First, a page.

An Interview with Trish Hopkinson conducted by C. Derick Varn
Do you find that you conceive of your works in terms of coherent collections or
mostly as discreet poems?
I’d like to say they are coherent collections, but they are almost always discreet poems, sometimes a few or a short series with a theme. I truly am waiting for the next “project” to strike me, because I’d love one, but projects or collections for me are sort of like nicknames… you don’t give yourself a nickname, it has to represent itself or be assigned to you.
Reading through your collection Footnotes, I couldn’t help but speculate if you found your poetic conceit and then found other work to from which launch your poems for the collection or if you mostly completed the poems before you found the concept of the collection?
Footnote happened all by itself without me planning anything. I’ve always enjoyed writing found poetry and response poetry–I think from the sheer appreciation I have for other writing, art, and music. I teach a community workshop every year with the Utah Humanities Book Festival and as I was preparing the first workshop on response poetry, I realized I had not just some, but many response poems. It was then the concept for Footnote came into existence. I’m super grateful to Lithic Press for not only publishing it, but for their incredible layout and cover design. They were so generous to work with. I hope to publish with them again in the future.
You do a lot of work promoting other poets in around Salt Lake City, Provo, and other places around the valley. What prompted you to do this work beyond a love for poetry?
Poetry simply does not get enough attention. It’s there anytime someone needs it, but the general public often doesn’t recognize how frequently they read, enjoy, or come across poetry. It’s important Utahn’s know they are amidst living, practicing poets. We have so much to contribute in personal experience, unique voice, and in common sorrow as well as pleasure. There’s nothing like a good metaphor to help one feel understood and less alone.
What poem in Footnotes was inspired by something you really didn’t expect and what surprised you about the process?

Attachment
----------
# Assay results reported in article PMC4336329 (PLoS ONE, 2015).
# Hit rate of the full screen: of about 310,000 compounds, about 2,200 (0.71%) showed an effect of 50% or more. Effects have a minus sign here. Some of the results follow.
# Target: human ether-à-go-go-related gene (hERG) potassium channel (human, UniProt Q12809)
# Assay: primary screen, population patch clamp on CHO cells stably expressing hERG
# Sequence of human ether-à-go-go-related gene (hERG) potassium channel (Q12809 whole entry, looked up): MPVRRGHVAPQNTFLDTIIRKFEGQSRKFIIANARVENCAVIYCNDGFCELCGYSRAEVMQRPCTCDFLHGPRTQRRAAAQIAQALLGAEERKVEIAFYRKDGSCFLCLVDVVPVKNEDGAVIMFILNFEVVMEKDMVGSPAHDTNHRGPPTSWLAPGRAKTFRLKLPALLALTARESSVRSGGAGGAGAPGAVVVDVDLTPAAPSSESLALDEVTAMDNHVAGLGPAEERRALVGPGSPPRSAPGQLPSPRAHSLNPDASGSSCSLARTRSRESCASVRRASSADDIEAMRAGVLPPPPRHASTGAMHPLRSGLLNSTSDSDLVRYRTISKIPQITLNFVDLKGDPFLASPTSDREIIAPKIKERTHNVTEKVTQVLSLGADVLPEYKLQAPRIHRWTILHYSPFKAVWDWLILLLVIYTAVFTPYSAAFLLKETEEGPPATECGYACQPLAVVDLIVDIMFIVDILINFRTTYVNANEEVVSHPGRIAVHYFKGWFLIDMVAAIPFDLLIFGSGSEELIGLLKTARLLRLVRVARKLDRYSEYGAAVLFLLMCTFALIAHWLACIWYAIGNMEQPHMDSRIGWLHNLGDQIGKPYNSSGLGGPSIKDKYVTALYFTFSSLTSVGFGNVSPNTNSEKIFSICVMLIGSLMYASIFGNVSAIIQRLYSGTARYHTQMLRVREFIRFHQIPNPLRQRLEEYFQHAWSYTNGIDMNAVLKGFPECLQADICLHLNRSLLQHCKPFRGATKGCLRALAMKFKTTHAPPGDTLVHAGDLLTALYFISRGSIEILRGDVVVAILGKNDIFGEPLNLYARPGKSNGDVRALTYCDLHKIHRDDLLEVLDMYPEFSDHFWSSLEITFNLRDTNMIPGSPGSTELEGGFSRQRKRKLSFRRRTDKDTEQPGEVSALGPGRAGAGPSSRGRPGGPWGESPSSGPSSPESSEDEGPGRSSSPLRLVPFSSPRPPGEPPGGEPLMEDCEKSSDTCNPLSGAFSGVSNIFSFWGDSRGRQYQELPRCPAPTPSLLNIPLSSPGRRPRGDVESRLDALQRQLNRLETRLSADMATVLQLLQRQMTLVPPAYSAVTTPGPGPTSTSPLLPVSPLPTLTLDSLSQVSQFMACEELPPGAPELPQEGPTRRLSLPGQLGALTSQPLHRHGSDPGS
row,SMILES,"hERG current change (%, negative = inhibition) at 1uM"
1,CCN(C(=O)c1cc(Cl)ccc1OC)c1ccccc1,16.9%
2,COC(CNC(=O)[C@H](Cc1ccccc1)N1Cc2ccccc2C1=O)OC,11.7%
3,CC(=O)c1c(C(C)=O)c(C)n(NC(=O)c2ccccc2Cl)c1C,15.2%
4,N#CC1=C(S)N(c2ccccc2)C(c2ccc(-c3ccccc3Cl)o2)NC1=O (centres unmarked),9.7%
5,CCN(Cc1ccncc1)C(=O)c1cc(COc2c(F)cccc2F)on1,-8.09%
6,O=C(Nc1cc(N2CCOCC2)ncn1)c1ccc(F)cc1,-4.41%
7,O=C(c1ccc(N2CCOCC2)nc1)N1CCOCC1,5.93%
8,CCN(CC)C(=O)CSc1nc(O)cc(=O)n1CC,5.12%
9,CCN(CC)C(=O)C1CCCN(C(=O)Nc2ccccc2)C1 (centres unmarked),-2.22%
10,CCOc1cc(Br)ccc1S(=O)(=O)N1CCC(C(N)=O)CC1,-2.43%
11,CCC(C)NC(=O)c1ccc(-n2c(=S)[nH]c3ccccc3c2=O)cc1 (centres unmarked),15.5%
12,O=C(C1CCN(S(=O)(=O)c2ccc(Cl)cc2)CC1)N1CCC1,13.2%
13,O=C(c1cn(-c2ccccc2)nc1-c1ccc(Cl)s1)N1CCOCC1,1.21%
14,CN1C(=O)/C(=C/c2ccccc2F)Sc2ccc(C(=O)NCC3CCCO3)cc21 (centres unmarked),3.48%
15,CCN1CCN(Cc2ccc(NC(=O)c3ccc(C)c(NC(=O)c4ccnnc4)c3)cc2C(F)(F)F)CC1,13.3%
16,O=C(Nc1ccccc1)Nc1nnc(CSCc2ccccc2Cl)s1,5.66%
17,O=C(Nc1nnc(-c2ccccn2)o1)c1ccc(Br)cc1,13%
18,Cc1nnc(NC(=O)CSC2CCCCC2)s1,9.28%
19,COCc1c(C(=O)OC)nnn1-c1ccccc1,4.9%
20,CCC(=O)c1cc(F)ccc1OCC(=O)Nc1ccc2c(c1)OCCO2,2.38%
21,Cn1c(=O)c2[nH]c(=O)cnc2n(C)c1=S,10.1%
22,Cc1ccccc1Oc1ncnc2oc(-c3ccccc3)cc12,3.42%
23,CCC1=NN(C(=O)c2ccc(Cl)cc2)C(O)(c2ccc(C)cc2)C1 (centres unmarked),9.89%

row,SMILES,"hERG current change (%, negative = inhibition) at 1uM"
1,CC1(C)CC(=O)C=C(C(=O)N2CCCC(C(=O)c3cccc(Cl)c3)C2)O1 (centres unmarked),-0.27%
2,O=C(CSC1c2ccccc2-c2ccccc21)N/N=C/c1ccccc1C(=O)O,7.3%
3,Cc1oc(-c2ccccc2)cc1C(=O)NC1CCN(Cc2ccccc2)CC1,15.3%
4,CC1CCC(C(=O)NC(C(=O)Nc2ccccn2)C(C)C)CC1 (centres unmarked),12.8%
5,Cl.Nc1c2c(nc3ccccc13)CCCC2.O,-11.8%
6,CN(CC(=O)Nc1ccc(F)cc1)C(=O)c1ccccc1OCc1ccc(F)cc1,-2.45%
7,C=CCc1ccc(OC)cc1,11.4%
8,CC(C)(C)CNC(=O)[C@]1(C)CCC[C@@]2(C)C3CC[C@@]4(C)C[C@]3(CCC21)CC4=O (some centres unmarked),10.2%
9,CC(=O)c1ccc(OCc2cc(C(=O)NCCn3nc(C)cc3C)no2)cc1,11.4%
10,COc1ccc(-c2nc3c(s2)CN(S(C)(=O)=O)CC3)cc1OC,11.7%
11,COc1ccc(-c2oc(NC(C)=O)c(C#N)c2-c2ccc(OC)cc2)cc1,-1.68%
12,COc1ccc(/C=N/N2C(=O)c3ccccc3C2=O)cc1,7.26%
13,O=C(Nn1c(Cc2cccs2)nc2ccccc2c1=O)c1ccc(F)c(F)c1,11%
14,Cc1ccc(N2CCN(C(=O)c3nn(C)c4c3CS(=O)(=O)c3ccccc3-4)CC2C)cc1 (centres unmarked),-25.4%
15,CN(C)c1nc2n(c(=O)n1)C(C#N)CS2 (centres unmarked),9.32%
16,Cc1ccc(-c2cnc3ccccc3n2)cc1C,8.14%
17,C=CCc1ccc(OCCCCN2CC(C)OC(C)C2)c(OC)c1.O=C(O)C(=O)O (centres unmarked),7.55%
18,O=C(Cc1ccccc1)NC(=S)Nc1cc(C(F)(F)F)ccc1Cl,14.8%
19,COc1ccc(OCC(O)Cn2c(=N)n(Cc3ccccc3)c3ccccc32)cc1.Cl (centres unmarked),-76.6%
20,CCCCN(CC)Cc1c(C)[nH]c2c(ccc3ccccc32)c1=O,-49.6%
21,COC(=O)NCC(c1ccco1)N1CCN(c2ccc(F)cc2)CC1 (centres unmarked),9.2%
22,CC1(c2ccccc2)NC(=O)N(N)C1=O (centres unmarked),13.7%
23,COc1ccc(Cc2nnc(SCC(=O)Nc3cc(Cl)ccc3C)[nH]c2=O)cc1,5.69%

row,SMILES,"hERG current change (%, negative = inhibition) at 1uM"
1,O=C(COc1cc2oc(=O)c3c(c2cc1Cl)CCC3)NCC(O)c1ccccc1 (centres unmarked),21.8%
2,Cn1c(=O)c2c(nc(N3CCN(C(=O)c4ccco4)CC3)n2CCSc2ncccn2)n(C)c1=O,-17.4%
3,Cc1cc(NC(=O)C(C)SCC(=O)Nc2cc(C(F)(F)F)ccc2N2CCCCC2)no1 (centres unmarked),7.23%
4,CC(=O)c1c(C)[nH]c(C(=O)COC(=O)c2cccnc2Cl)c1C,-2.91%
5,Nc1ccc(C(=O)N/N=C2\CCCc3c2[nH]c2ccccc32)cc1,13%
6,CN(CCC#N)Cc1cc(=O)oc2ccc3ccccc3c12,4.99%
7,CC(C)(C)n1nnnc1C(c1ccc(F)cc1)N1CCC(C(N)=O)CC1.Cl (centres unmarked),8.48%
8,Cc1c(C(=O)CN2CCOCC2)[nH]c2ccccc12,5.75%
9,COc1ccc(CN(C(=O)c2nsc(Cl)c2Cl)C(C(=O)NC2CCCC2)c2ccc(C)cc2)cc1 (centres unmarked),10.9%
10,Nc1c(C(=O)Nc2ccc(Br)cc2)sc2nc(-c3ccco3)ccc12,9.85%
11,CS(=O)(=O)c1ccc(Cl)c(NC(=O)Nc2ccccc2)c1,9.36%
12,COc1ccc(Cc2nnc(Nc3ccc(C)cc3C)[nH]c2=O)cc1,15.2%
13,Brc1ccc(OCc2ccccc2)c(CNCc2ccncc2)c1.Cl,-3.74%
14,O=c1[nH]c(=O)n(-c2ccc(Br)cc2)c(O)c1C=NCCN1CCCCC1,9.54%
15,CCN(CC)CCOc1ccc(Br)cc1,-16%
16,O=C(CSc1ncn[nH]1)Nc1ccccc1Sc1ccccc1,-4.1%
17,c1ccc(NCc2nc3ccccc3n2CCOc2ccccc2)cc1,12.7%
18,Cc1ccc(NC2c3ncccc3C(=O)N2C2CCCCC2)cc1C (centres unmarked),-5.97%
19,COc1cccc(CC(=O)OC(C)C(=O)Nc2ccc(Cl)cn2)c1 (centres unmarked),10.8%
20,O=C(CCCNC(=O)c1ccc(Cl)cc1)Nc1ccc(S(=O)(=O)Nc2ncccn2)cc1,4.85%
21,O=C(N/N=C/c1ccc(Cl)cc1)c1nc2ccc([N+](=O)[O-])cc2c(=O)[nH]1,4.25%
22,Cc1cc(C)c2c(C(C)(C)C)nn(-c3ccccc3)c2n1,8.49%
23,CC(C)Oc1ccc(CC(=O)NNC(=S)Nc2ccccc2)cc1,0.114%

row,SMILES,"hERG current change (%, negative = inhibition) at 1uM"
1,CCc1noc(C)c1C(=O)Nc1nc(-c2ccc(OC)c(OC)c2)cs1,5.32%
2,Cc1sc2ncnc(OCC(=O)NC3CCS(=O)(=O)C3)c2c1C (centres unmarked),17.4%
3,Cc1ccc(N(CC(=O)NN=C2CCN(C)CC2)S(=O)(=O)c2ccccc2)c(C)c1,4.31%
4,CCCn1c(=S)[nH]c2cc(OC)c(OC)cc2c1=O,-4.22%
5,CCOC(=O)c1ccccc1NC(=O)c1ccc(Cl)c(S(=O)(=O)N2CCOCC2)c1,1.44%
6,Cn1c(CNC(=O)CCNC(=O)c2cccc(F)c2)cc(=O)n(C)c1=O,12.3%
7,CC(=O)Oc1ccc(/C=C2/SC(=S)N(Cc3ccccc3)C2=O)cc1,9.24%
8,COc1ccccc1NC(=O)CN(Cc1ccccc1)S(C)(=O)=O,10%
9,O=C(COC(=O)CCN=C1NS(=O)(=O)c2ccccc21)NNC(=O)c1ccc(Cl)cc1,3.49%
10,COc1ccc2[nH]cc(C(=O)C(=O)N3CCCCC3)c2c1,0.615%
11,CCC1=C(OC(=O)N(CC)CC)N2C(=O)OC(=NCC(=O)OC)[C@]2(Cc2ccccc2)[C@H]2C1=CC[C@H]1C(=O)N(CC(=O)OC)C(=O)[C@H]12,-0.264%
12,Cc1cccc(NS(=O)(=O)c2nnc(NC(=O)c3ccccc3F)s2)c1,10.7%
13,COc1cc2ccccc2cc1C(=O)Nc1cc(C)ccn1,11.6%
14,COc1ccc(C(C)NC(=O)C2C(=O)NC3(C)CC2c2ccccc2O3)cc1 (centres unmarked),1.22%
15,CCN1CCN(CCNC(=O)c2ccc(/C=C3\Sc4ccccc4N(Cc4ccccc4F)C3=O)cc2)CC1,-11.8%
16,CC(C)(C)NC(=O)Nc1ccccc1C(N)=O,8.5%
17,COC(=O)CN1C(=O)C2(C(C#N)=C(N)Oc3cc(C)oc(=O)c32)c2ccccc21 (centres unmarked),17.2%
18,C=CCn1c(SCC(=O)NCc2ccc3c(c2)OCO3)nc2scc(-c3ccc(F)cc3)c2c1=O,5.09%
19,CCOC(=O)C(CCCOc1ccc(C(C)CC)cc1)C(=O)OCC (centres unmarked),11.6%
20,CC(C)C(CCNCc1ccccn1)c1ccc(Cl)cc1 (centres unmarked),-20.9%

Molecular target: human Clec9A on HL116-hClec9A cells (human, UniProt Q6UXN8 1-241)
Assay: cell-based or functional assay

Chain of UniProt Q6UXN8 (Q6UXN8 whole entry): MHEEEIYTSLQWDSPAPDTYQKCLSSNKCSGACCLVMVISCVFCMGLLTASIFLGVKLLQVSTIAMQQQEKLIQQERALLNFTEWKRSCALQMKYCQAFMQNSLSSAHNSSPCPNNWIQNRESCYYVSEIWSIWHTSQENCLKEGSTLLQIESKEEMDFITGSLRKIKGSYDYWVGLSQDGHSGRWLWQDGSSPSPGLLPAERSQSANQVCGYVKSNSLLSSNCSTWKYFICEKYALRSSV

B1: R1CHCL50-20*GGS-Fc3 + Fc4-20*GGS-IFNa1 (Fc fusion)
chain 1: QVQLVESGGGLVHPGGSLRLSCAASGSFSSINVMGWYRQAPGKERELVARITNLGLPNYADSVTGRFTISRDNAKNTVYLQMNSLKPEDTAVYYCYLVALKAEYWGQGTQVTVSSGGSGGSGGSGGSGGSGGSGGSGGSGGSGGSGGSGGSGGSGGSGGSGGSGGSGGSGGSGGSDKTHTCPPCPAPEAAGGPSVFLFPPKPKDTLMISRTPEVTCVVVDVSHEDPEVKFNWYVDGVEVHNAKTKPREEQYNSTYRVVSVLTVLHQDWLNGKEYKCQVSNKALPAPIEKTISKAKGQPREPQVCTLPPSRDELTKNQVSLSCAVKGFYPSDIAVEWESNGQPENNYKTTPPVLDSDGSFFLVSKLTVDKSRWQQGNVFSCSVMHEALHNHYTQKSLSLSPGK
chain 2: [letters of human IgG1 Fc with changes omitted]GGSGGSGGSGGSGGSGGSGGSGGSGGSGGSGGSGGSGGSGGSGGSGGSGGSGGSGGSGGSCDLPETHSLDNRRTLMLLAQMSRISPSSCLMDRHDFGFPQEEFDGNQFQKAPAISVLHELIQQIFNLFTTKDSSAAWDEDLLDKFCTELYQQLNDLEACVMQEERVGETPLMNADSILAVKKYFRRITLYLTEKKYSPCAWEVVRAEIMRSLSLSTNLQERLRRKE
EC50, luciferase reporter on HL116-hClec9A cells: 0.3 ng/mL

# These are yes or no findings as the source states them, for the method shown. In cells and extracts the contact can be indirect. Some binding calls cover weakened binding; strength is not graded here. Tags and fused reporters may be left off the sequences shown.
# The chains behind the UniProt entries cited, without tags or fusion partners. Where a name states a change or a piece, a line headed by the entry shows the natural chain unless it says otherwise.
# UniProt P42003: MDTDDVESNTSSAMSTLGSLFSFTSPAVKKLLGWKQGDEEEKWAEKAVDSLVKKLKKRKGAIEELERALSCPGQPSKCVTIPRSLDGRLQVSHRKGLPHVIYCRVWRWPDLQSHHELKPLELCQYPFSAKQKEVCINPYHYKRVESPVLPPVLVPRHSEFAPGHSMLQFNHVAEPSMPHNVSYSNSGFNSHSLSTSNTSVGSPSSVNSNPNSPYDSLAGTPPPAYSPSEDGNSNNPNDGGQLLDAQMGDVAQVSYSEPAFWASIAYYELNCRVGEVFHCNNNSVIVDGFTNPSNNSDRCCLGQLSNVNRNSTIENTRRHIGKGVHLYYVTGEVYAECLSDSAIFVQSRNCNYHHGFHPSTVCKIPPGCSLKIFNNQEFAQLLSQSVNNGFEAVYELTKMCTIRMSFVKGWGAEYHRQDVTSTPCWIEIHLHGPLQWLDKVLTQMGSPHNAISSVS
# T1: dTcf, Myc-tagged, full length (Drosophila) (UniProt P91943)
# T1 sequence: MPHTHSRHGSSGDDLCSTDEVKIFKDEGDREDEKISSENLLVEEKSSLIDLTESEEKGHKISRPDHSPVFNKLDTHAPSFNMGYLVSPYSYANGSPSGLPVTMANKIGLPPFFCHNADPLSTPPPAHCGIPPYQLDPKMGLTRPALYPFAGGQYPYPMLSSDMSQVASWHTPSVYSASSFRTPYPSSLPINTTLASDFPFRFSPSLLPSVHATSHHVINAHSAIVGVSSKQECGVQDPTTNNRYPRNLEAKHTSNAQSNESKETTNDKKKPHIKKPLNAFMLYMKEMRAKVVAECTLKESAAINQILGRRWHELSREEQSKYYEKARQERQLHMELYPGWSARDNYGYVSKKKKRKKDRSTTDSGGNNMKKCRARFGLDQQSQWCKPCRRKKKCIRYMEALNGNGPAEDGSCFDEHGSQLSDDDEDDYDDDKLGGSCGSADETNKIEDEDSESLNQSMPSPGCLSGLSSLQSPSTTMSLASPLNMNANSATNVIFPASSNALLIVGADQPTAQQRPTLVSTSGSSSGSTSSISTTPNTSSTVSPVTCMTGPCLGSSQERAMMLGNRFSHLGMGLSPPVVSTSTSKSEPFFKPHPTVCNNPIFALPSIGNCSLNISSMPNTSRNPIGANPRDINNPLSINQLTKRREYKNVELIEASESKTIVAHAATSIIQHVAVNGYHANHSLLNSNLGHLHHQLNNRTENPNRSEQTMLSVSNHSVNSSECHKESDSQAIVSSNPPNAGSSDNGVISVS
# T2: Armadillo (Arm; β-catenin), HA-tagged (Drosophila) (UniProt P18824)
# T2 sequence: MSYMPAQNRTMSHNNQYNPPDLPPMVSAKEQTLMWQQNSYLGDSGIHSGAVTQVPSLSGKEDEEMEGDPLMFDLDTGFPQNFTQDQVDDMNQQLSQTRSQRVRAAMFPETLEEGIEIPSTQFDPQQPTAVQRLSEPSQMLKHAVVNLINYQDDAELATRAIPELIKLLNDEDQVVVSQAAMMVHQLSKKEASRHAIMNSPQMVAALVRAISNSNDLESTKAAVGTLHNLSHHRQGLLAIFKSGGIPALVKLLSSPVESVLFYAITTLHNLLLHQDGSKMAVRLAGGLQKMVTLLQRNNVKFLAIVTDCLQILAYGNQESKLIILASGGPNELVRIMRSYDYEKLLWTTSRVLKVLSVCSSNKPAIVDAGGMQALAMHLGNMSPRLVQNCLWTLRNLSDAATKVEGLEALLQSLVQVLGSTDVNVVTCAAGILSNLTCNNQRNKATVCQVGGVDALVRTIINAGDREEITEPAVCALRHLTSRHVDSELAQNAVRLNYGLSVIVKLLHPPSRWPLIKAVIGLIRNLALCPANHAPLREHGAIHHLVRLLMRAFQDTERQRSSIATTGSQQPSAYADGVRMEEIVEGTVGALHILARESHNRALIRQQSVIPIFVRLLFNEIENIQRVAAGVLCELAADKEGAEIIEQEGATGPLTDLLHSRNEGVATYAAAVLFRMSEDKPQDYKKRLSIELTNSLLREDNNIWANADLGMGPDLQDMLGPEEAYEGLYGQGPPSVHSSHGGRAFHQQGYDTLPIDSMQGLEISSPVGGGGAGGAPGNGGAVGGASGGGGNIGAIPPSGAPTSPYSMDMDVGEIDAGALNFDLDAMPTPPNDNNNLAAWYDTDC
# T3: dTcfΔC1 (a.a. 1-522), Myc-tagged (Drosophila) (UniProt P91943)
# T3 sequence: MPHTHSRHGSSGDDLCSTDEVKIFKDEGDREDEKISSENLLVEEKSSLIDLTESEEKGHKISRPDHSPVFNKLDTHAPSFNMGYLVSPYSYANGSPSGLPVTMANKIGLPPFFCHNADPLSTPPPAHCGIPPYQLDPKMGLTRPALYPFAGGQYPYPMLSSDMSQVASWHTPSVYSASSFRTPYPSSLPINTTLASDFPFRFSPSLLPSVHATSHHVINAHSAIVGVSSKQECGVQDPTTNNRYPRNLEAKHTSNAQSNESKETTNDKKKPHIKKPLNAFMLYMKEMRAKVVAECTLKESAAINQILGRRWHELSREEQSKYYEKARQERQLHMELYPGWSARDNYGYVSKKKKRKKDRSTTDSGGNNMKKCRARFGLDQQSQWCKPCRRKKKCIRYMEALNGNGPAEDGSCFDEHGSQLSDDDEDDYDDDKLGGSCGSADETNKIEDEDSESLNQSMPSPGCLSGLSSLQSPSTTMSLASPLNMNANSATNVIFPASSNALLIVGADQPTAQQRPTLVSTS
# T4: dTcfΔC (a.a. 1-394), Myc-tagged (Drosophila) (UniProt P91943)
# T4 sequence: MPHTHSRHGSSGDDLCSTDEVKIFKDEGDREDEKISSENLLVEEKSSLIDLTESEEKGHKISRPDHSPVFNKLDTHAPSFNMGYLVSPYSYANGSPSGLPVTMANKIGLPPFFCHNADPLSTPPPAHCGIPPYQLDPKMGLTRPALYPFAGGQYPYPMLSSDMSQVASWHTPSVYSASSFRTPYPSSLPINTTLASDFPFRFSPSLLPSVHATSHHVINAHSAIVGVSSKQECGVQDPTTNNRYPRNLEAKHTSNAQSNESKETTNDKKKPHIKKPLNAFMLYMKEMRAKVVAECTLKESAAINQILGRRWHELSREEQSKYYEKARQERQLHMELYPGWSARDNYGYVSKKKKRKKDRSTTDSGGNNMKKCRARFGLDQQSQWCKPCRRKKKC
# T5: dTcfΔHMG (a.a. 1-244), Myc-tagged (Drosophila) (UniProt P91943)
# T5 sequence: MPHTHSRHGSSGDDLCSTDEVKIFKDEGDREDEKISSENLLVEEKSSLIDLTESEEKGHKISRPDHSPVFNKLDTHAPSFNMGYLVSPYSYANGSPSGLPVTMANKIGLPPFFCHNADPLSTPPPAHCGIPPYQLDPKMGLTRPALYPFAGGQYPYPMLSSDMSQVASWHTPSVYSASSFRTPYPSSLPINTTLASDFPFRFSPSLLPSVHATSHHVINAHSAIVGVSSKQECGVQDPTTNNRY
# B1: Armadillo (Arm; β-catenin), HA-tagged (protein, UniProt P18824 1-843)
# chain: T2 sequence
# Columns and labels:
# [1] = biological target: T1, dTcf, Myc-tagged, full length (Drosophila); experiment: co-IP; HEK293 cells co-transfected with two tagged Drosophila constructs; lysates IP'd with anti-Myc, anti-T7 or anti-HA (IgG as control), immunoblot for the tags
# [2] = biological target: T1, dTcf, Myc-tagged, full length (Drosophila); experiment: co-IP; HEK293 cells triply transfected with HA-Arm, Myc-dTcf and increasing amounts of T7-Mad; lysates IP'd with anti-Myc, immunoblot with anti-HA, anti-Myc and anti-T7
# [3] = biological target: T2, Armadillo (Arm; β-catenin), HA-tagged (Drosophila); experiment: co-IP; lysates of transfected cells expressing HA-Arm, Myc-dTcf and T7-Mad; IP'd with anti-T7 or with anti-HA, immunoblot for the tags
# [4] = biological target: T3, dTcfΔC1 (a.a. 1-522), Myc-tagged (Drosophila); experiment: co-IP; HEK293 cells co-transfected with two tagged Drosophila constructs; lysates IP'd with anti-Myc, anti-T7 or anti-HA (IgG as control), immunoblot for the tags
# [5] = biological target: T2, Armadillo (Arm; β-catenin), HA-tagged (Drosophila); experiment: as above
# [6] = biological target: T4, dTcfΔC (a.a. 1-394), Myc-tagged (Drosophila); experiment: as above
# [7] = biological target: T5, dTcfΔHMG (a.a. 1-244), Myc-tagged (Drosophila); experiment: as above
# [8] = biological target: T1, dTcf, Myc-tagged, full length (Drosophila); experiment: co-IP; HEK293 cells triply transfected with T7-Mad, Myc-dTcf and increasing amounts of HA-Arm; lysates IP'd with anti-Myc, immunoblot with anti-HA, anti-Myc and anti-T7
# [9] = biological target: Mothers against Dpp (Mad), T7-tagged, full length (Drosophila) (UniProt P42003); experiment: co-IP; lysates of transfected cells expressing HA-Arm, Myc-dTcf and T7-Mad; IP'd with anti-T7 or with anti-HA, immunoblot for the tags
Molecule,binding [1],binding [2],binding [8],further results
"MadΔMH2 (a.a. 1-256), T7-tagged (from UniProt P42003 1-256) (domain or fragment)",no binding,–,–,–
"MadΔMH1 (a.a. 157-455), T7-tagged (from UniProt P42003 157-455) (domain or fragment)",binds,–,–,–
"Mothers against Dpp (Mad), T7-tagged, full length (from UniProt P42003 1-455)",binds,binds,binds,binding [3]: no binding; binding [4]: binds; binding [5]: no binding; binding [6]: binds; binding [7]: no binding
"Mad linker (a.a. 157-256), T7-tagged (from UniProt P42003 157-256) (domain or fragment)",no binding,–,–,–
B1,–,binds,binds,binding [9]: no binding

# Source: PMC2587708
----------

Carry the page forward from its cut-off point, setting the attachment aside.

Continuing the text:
“Strange Verses” was a complete surprise. It’s a found/remixed poem from Alice’s Adventures in Wonderland. I originally embarked on writing the poem for a specific themed submission call from Nonbinary Review and applied an OULIPO poetry technique called “snowball.” I found words in the text and then sorted them by the count of letters in each word and then listed them from shortest word to longest word to form poems. I found the poems were much more interesting in reverse order–from longest word to shortest word. I then found that by putting four of them in columns next to each other, something new and unexpected took form. Essentially, the poem can be read any which way, from left to right, from right to left, diagonally, zigzagged, etc. The result was much more than I ever expected from what should be a simple form concept. Those OULIPO folks were definitely on to some amazing writing practices!
In a recent reading, I heard you read from work that seemed more intimate and personal in origin about the recovery of your son. Has writing about something more immediately traumatic been more difficult to write about?
Absolutely. I know a poem is good when I’m exhausted after writing the first draft. The poems about my son’s near-death accident certainly were all like that. It took me a couple of years to even begin writing them. Revisiting the trauma of those events was devastating, but worth the investment, since the outcome was his recovery, I also relived that relief and celebration of the person he is today. Even now, when I read those poems at a reading and my family attends, it brings us closer together, tears and all.
What poets have you been reading lately that you feel are not read enough and what attracts you to them?
I’d say anything and everything that Lithic Press publishes. Their editors have a very keen eye and while I’m honored to be among them, I can’t walk into their shop without marveling and purchasing several copies. Specifically, do not miss Sam Roxas-Chua, Neeli Cherkovski, Kierstin Bridger, Jennifer Rane Hancock, and one of my very favorites Adam Houle. Danny Rosen knows what he likes and selects incredible work and publishes beautiful books. Shout out to his designer, who is also a fine poet and musician, Kyle Harvey.
What work do you think brings you the most joy right now?
The work that brings me the most joy at the moment is supporting the poetry community. As the Literary Arts program coordinator for the Utah Arts Festival this year every waking moment outside my day job was consumed with making this year the very best for literary arts. Now that it’s over, I’m very much enjoying spending time on my poetry blog. Writing will come soon… I have an idea for a poem about the young owl that visits my yard kicking around in my head… I will likely write that poem soon.